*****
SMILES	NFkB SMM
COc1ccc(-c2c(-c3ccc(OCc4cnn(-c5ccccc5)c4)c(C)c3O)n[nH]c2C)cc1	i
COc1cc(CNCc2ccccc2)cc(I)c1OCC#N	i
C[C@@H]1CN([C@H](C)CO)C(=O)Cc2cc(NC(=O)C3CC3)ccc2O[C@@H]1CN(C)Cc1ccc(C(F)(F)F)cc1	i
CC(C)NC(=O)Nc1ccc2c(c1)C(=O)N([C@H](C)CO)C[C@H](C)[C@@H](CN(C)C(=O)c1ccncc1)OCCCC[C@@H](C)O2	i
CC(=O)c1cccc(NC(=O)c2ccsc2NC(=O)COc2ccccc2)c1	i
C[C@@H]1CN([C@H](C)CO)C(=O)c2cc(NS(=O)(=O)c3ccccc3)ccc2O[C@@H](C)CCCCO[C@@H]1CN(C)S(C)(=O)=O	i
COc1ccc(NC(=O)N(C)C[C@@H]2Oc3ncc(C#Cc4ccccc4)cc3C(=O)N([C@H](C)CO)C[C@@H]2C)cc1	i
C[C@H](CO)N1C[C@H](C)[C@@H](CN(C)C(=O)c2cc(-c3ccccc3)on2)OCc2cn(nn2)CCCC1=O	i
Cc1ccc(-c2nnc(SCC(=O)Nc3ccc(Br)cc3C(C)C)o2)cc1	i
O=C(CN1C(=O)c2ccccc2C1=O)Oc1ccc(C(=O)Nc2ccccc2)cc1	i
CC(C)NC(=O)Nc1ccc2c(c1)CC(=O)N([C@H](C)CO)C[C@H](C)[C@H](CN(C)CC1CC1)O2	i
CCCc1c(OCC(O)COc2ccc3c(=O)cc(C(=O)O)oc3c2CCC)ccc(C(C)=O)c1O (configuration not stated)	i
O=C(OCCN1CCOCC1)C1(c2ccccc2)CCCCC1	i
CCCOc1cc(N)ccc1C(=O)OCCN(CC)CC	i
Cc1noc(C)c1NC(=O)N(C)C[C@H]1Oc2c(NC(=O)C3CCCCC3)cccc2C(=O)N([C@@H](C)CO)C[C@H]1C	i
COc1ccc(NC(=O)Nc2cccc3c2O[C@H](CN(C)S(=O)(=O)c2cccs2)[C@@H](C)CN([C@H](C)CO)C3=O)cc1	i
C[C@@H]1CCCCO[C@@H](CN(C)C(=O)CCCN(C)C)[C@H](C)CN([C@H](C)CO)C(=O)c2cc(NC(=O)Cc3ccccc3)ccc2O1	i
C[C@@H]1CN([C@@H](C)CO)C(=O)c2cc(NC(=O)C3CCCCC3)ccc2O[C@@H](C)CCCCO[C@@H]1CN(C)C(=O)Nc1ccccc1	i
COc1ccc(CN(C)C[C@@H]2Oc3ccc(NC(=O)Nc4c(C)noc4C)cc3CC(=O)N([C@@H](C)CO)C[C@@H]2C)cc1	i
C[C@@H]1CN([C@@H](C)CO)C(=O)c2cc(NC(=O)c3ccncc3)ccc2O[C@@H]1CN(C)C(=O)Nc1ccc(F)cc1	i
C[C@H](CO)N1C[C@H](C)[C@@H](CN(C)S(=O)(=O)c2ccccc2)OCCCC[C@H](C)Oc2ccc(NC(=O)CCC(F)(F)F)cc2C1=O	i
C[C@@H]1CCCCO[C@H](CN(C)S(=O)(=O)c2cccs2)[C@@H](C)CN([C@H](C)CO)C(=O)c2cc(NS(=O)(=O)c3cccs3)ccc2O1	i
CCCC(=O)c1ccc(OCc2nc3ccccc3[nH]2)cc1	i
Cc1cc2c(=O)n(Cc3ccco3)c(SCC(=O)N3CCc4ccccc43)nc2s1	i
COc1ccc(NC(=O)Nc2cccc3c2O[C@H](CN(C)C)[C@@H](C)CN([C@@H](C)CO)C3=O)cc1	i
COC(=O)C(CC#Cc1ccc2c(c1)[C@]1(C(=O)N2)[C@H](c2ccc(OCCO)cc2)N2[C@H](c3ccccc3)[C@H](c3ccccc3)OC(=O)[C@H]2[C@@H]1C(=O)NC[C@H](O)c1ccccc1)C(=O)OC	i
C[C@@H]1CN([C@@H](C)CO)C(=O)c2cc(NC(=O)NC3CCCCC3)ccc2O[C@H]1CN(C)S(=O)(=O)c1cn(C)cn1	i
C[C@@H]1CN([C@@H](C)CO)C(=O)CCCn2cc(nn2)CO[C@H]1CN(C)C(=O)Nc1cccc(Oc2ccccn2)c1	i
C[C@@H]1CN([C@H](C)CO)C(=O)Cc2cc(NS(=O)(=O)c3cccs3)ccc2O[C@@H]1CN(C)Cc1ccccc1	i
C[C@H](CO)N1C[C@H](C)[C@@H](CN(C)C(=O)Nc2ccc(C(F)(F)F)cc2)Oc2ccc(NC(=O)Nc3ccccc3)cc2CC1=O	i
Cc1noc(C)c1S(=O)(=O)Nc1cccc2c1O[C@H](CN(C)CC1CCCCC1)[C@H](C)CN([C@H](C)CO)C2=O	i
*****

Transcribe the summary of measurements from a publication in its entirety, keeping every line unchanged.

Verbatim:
SMILES	NFkB SMM
COc1ccc(-c2c(-c3ccc(OCc4cnn(-c5ccccc5)c4)c(C)c3O)n[nH]c2C)cc1	i
COc1cc(CNCc2ccccc2)cc(I)c1OCC#N	i
C[C@@H]1CN([C@H](C)CO)C(=O)Cc2cc(NC(=O)C3CC3)ccc2O[C@@H]1CN(C)Cc1ccc(C(F)(F)F)cc1	i
CC(C)NC(=O)Nc1ccc2c(c1)C(=O)N([C@H](C)CO)C[C@H](C)[C@@H](CN(C)C(=O)c1ccncc1)OCCCC[C@@H](C)O2	i
CC(=O)c1cccc(NC(=O)c2ccsc2NC(=O)COc2ccccc2)c1	i
C[C@@H]1CN([C@H](C)CO)C(=O)c2cc(NS(=O)(=O)c3ccccc3)ccc2O[C@@H](C)CCCCO[C@@H]1CN(C)S(C)(=O)=O	i
COc1ccc(NC(=O)N(C)C[C@@H]2Oc3ncc(C#Cc4ccccc4)cc3C(=O)N([C@H](C)CO)C[C@@H]2C)cc1	i
C[C@H](CO)N1C[C@H](C)[C@@H](CN(C)C(=O)c2cc(-c3ccccc3)on2)OCc2cn(nn2)CCCC1=O	i
Cc1ccc(-c2nnc(SCC(=O)Nc3ccc(Br)cc3C(C)C)o2)cc1	i
O=C(CN1C(=O)c2ccccc2C1=O)Oc1ccc(C(=O)Nc2ccccc2)cc1	i
CC(C)NC(=O)Nc1ccc2c(c1)CC(=O)N([C@H](C)CO)C[C@H](C)[C@H](CN(C)CC1CC1)O2	i
CCCc1c(OCC(O)COc2ccc3c(=O)cc(C(=O)O)oc3c2CCC)ccc(C(C)=O)c1O (configuration not stated)	i
O=C(OCCN1CCOCC1)C1(c2ccccc2)CCCCC1	i
CCCOc1cc(N)ccc1C(=O)OCCN(CC)CC	i
Cc1noc(C)c1NC(=O)N(C)C[C@H]1Oc2c(NC(=O)C3CCCCC3)cccc2C(=O)N([C@@H](C)CO)C[C@H]1C	i
COc1ccc(NC(=O)Nc2cccc3c2O[C@H](CN(C)S(=O)(=O)c2cccs2)[C@@H](C)CN([C@H](C)CO)C3=O)cc1	i
C[C@@H]1CCCCO[C@@H](CN(C)C(=O)CCCN(C)C)[C@H](C)CN([C@H](C)CO)C(=O)c2cc(NC(=O)Cc3ccccc3)ccc2O1	i
C[C@@H]1CN([C@@H](C)CO)C(=O)c2cc(NC(=O)C3CCCCC3)ccc2O[C@@H](C)CCCCO[C@@H]1CN(C)C(=O)Nc1ccccc1	i
COc1ccc(CN(C)C[C@@H]2Oc3ccc(NC(=O)Nc4c(C)noc4C)cc3CC(=O)N([C@@H](C)CO)C[C@@H]2C)cc1	i
C[C@@H]1CN([C@@H](C)CO)C(=O)c2cc(NC(=O)c3ccncc3)ccc2O[C@@H]1CN(C)C(=O)Nc1ccc(F)cc1	i
C[C@H](CO)N1C[C@H](C)[C@@H](CN(C)S(=O)(=O)c2ccccc2)OCCCC[C@H](C)Oc2ccc(NC(=O)CCC(F)(F)F)cc2C1=O	i
C[C@@H]1CCCCO[C@H](CN(C)S(=O)(=O)c2cccs2)[C@@H](C)CN([C@H](C)CO)C(=O)c2cc(NS(=O)(=O)c3cccs3)ccc2O1	i
CCCC(=O)c1ccc(OCc2nc3ccccc3[nH]2)cc1	i
Cc1cc2c(=O)n(Cc3ccco3)c(SCC(=O)N3CCc4ccccc43)nc2s1	i
COc1ccc(NC(=O)Nc2cccc3c2O[C@H](CN(C)C)[C@@H](C)CN([C@@H](C)CO)C3=O)cc1	i
COC(=O)C(CC#Cc1ccc2c(c1)[C@]1(C(=O)N2)[C@H](c2ccc(OCCO)cc2)N2[C@H](c3ccccc3)[C@H](c3ccccc3)OC(=O)[C@H]2[C@@H]1C(=O)NC[C@H](O)c1ccccc1)C(=O)OC	i
C[C@@H]1CN([C@@H](C)CO)C(=O)c2cc(NC(=O)NC3CCCCC3)ccc2O[C@H]1CN(C)S(=O)(=O)c1cn(C)cn1	i
C[C@@H]1CN([C@@H](C)CO)C(=O)CCCn2cc(nn2)CO[C@H]1CN(C)C(=O)Nc1cccc(Oc2ccccn2)c1	i
C[C@@H]1CN([C@H](C)CO)C(=O)Cc2cc(NS(=O)(=O)c3cccs3)ccc2O[C@@H]1CN(C)Cc1ccccc1	i
C[C@H](CO)N1C[C@H](C)[C@@H](CN(C)C(=O)Nc2ccc(C(F)(F)F)cc2)Oc2ccc(NC(=O)Nc3ccccc3)cc2CC1=O	i
Cc1noc(C)c1S(=O)(=O)Nc1cccc2c1O[C@H](CN(C)CC1CCCCC1)[C@H](C)CN([C@H](C)CO)C2=O	i